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Indiana manufacturing jobs ‘most vulnerable’ to cap-and-trade bill, analysis finds

WASHINGTON, DC — Global warming legislation that mandates a huge reduction in carbon dioxide emissions would hit Indiana’s economy harder than any other state, according to an analysis by The Heritage Foundation.

The Waxman-Markey bill currently under consideration in Congress seeks to cut emissions from fossil fuels by 83 percent. To do so, it would create a cap-and-trade system that would raise energy prices dramatically. The nonpartisan Congressional Budget Office estimates the bill would cost the typical American household an extra $1,600 annually within a decade.

Indiana emerged as the state most at risk from cap-and-trade. Its large manufacturing sector accounts for nearly 20 percent of all employment.

Indiana emerged as the state most at risk from cap-and-trade. Its large manufacturing sector accounts for nearly 20 percent of all employment.

But energy-intensive businesses – such as manufacturers – would pay a far greater price. And those manufacturers most dependent on coal-generated power would be the most severely crippled.

To determine which areas of the country would be hit hardest, Heritage researchers devised a simple “Manufacturing Vulnerability Index” that reflects both the degree to which regional employment is concentrated in manufacturing and the degree to which it is dependent on coal-generated energy. The greater a region’s reliance on manufacturing and coal, the more vulnerable it would be to severe job loss resulting from the proposed $1.9 trillion cap-and-trade plan.

Indiana emerged as the state most at risk from cap-and-trade. Its large manufacturing sector – more than 600,000 jobs accounting for nearly 20 percent of all employment – combined with a heavy reliance on coal (94 percent of all energy) put it at the top of the national Manufacturing Vulnerability Index. Its MVI rating was 28 percent higher than runner-up Ohio and more than three-and-a-half times that of the median rating.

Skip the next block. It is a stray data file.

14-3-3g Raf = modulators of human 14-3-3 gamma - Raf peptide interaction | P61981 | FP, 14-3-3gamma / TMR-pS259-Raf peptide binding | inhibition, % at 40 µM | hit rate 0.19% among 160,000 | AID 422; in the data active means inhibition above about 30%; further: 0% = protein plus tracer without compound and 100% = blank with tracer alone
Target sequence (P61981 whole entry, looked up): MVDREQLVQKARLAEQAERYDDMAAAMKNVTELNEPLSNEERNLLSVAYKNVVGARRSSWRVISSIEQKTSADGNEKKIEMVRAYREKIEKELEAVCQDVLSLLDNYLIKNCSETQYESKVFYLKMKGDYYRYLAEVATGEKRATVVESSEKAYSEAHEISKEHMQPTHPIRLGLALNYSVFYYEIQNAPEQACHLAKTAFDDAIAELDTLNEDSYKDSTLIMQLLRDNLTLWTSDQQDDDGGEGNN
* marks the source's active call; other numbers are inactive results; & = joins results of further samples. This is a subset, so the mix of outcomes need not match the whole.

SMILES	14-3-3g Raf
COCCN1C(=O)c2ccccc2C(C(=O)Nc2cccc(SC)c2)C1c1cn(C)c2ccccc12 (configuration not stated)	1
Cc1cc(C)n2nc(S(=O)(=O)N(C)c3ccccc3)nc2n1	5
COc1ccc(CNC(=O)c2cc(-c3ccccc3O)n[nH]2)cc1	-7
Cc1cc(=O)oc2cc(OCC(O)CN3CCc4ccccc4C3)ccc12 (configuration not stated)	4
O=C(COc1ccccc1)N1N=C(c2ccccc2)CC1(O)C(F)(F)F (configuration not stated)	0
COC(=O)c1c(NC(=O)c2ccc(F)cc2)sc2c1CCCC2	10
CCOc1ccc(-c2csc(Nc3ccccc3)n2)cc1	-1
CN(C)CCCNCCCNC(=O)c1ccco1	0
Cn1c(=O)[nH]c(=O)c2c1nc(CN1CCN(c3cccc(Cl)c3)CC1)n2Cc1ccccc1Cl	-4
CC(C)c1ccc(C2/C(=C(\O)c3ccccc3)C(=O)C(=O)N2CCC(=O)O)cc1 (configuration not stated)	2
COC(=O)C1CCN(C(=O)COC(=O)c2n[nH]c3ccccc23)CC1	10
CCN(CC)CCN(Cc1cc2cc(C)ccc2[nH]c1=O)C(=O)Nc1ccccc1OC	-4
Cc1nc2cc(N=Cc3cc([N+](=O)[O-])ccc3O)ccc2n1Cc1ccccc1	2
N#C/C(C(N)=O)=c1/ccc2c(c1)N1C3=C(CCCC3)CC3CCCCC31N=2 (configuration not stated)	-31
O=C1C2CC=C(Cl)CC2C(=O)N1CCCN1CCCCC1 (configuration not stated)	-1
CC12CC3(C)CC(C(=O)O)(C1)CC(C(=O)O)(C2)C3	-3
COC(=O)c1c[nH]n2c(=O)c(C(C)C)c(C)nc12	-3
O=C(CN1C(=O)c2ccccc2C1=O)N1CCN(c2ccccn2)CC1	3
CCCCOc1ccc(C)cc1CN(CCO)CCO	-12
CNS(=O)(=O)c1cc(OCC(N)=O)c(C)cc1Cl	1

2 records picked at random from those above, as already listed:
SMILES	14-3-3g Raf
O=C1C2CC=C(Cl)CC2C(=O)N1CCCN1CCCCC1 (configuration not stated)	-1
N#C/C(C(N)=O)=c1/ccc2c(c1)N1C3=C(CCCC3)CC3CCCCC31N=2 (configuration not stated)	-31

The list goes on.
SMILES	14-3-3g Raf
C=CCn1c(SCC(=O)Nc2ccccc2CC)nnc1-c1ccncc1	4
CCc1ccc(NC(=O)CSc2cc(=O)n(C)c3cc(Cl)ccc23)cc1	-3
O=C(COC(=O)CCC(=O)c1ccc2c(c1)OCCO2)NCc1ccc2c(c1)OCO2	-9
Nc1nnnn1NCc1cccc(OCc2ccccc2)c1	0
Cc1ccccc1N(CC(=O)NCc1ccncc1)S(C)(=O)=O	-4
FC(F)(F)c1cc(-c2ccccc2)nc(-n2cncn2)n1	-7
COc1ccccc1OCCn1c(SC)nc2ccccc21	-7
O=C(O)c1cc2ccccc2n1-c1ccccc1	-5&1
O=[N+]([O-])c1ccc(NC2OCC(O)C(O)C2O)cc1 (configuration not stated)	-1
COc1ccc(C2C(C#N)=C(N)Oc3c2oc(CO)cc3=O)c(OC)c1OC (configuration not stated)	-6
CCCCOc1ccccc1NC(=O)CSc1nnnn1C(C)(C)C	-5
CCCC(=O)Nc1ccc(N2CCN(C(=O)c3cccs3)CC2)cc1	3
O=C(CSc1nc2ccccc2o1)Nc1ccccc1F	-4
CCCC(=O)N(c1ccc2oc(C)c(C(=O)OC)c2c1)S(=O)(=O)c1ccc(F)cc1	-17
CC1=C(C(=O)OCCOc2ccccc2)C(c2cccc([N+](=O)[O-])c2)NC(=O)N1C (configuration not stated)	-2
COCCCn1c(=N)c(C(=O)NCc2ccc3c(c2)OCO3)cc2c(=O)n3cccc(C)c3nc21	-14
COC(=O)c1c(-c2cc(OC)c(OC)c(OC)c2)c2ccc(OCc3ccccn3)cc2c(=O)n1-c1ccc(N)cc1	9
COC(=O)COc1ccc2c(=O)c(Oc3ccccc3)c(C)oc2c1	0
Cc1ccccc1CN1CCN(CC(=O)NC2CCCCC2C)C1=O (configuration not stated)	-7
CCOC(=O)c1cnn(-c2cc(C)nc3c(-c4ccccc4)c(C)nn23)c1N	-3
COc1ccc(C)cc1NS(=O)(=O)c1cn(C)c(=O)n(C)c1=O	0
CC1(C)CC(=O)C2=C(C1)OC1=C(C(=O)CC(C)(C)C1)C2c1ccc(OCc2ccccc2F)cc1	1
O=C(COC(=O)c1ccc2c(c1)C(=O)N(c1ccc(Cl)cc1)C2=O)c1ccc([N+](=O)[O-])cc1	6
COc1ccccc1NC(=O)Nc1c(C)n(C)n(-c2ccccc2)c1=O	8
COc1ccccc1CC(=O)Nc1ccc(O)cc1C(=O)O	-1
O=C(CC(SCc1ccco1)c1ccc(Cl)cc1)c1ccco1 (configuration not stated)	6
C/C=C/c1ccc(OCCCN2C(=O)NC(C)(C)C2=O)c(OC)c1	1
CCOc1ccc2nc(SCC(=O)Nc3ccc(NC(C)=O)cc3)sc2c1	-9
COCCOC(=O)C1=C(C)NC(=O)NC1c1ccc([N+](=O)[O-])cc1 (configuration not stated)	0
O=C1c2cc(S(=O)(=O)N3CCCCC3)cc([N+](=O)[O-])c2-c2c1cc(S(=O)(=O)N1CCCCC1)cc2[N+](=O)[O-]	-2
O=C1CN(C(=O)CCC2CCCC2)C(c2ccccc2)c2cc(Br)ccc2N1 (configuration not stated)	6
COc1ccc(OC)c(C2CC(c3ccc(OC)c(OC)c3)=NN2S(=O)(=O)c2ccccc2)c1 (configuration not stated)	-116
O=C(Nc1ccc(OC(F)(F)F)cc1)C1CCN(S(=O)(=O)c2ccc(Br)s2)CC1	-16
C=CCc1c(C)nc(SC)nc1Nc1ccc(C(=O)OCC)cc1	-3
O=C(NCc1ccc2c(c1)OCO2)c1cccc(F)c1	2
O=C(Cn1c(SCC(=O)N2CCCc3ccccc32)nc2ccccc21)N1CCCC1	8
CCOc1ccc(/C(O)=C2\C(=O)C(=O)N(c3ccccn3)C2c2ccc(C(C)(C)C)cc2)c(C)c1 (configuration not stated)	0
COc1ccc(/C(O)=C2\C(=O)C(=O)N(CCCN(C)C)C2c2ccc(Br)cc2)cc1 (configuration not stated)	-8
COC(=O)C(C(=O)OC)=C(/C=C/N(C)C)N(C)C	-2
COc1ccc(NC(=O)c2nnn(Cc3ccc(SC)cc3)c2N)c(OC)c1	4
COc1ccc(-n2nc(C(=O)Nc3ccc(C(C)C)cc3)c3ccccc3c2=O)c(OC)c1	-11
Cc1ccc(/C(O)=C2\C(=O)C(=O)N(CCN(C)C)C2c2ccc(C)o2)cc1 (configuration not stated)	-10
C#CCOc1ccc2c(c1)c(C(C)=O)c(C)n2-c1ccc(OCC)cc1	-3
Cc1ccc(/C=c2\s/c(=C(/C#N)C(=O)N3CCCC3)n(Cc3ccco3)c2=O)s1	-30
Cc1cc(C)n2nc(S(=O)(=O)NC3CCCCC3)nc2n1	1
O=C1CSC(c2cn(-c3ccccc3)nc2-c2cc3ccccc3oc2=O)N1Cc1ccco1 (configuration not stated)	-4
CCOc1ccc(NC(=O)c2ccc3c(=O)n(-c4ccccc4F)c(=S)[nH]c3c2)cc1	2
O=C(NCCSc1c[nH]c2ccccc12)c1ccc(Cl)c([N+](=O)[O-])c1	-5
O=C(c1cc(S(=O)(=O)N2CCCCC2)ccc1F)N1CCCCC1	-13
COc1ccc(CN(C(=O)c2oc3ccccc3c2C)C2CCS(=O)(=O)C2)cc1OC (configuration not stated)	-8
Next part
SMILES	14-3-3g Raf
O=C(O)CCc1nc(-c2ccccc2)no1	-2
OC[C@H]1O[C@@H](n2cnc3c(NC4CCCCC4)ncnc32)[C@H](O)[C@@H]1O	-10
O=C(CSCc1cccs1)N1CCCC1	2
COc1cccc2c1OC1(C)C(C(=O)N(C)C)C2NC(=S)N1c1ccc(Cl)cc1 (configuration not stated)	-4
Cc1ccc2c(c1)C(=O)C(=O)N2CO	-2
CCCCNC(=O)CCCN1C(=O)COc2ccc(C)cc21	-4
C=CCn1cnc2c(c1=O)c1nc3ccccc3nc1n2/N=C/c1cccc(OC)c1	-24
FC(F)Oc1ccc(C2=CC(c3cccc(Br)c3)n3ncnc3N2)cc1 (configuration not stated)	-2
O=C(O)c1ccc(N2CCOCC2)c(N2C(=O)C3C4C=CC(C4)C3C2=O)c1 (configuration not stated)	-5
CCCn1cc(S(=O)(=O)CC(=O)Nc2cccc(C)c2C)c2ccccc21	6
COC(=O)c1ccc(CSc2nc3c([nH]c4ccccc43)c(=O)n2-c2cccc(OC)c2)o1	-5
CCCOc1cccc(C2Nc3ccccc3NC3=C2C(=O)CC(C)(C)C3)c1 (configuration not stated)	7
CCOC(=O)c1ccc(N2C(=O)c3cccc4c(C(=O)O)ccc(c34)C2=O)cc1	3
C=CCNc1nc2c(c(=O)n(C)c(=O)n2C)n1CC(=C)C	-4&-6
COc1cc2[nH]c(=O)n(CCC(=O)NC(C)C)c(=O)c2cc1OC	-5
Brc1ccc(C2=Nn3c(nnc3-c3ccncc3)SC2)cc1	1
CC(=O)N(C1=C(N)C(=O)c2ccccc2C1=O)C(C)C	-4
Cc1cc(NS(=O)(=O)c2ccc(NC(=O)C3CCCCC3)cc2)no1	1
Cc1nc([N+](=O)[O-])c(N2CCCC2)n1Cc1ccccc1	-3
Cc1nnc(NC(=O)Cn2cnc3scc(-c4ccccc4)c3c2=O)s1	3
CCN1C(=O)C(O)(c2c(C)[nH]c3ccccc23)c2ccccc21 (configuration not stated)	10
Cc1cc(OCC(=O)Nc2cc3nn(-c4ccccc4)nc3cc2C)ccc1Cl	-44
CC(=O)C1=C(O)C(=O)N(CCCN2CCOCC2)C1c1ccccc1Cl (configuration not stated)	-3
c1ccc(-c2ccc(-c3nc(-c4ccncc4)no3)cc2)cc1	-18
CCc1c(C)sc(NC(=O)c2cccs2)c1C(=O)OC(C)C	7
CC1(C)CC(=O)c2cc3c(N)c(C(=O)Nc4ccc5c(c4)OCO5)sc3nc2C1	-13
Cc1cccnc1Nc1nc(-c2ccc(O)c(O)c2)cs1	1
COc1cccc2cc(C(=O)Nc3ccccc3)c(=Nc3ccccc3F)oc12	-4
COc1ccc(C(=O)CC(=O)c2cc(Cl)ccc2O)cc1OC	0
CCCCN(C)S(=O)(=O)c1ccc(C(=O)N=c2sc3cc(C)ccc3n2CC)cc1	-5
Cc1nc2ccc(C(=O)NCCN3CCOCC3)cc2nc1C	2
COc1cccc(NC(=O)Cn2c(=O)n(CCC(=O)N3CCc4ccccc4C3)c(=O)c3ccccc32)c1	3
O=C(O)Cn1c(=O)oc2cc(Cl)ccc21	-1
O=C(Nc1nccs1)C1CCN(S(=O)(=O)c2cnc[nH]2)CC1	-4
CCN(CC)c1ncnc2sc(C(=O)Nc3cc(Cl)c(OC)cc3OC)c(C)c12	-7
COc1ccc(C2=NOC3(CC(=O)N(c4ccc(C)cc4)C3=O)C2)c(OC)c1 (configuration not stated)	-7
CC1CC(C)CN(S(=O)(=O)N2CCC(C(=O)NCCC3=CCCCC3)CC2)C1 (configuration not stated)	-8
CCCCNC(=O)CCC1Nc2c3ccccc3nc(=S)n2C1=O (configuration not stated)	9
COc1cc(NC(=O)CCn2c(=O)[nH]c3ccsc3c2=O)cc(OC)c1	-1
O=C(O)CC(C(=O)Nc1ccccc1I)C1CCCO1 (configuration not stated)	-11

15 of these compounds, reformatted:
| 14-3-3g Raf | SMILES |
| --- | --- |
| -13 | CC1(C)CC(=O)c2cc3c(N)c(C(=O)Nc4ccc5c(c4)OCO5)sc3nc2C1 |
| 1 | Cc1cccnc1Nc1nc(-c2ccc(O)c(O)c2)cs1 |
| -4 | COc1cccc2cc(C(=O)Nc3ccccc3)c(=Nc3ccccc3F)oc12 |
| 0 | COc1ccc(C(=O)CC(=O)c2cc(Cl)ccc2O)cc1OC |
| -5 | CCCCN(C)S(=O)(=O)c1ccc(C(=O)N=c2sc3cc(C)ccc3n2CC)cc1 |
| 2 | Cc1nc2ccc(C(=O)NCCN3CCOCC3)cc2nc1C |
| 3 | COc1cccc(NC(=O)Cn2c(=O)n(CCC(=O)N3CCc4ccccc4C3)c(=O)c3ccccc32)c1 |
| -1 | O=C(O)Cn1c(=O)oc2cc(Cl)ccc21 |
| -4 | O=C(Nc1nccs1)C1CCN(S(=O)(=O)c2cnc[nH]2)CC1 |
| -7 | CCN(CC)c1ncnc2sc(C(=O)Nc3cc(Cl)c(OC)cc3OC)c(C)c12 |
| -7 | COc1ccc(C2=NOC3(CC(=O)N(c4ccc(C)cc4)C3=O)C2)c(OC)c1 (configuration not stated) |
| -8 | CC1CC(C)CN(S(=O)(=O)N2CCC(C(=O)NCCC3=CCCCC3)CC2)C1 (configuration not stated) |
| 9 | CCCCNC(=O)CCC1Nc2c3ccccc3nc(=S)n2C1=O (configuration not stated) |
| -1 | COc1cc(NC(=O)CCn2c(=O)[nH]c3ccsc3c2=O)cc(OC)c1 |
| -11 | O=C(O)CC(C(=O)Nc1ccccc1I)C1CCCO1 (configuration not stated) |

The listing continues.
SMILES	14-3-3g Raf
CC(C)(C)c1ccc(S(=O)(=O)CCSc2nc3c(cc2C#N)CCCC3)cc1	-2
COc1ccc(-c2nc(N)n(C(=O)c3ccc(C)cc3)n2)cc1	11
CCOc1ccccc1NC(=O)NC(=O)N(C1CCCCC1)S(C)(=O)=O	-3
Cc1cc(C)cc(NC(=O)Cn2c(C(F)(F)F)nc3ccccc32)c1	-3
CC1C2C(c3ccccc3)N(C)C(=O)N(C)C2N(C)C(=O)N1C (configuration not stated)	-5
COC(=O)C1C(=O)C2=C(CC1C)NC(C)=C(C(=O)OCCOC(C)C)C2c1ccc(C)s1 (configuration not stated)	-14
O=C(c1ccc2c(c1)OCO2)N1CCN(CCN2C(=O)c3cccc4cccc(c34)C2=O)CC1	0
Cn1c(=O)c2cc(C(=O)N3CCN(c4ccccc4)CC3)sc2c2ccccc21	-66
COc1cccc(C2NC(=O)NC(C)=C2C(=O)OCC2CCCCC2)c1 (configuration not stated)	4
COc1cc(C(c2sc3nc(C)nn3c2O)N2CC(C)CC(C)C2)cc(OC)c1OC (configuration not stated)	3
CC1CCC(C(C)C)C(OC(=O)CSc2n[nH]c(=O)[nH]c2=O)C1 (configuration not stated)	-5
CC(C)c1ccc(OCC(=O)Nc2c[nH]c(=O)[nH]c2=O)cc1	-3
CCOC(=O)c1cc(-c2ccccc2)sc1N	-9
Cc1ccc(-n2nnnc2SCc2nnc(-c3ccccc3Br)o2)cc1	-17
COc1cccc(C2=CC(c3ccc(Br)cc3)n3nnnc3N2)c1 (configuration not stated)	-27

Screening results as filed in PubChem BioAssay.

Five of the 10 most vulnerable congressional districts are located in Indiana as well. The 3rd District (represented by Mark Souder-R), topped the national rankings, followed closely by the 2nd District (Joe Donnelly-D). Indiana’s 6th (Mike Pence-R) and 9th (Baron Hill-D) districts finished in the fifth and sixth spots, respectively, and the 8th District (Brad Elsworth-10) ranked tenth.

“The best that can be said of cap-and-trade regimes is that they spread the pain in a bi-partisan fashion,” said Heritage energy economist David Kreutzer. “But they don’t spread it evenly. Indiana will pay a much higher price, in terms of lost jobs and higher energy costs, than the rest of the country if Congress adopts this approach to environmental improvement.”

Heritage expects to complete a more detailed economic analysis of the Waxman-Markey bill within a week. And Kreutzer predicts the job loss numbers “won’t be pretty.”

A Heritage analysis of last year’s Lieberman-Warner cap-and-trade bill estimated it would lead to nearly 3 million manufacturing jobs lost by the year 2029. And, Kreutzer noted, that bill was far less stringent than Waxman-Markey.

“The CO2 reductions envisioned in Lieberman-Warner would have destroyed more than half the jobs in some manufacturing sub-sectors like machinery manufacturing and those that make plastic and rubber products,” Kreutzer noted. “Under this year’s bill, things would only get worse.”

The Heritage Foundation is a non-partisan think tank based in Washington, DC.

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2 Responses to “Indiana manufacturing jobs ‘most vulnerable’ to cap-and-trade bill, analysis finds”

  1. Frank Arnold says:

    Heritage Foundation non-partisan?! The authors of this piece clearly did not do their homework. The Heritage Foundation is a conservative, if not right-wing, think tank. Debate the merits or drawbacks of their positions as you will, but the Heritage Foundation is no more non-partisan than professional wrestling is real.

    That being said … the Heritage Foundation is recycling the same old garbage about jobs vs environment as if improving one automatically means harming the other. Indiana’s environmental rankings are among the worst in the nation, and it has a great deal of room for improvement. I, for one, would be glad to see cap-and-trade implemented and enforced so this state can clean up its act. We’ll all both figuratively and literally breathe easier if it comes to pass.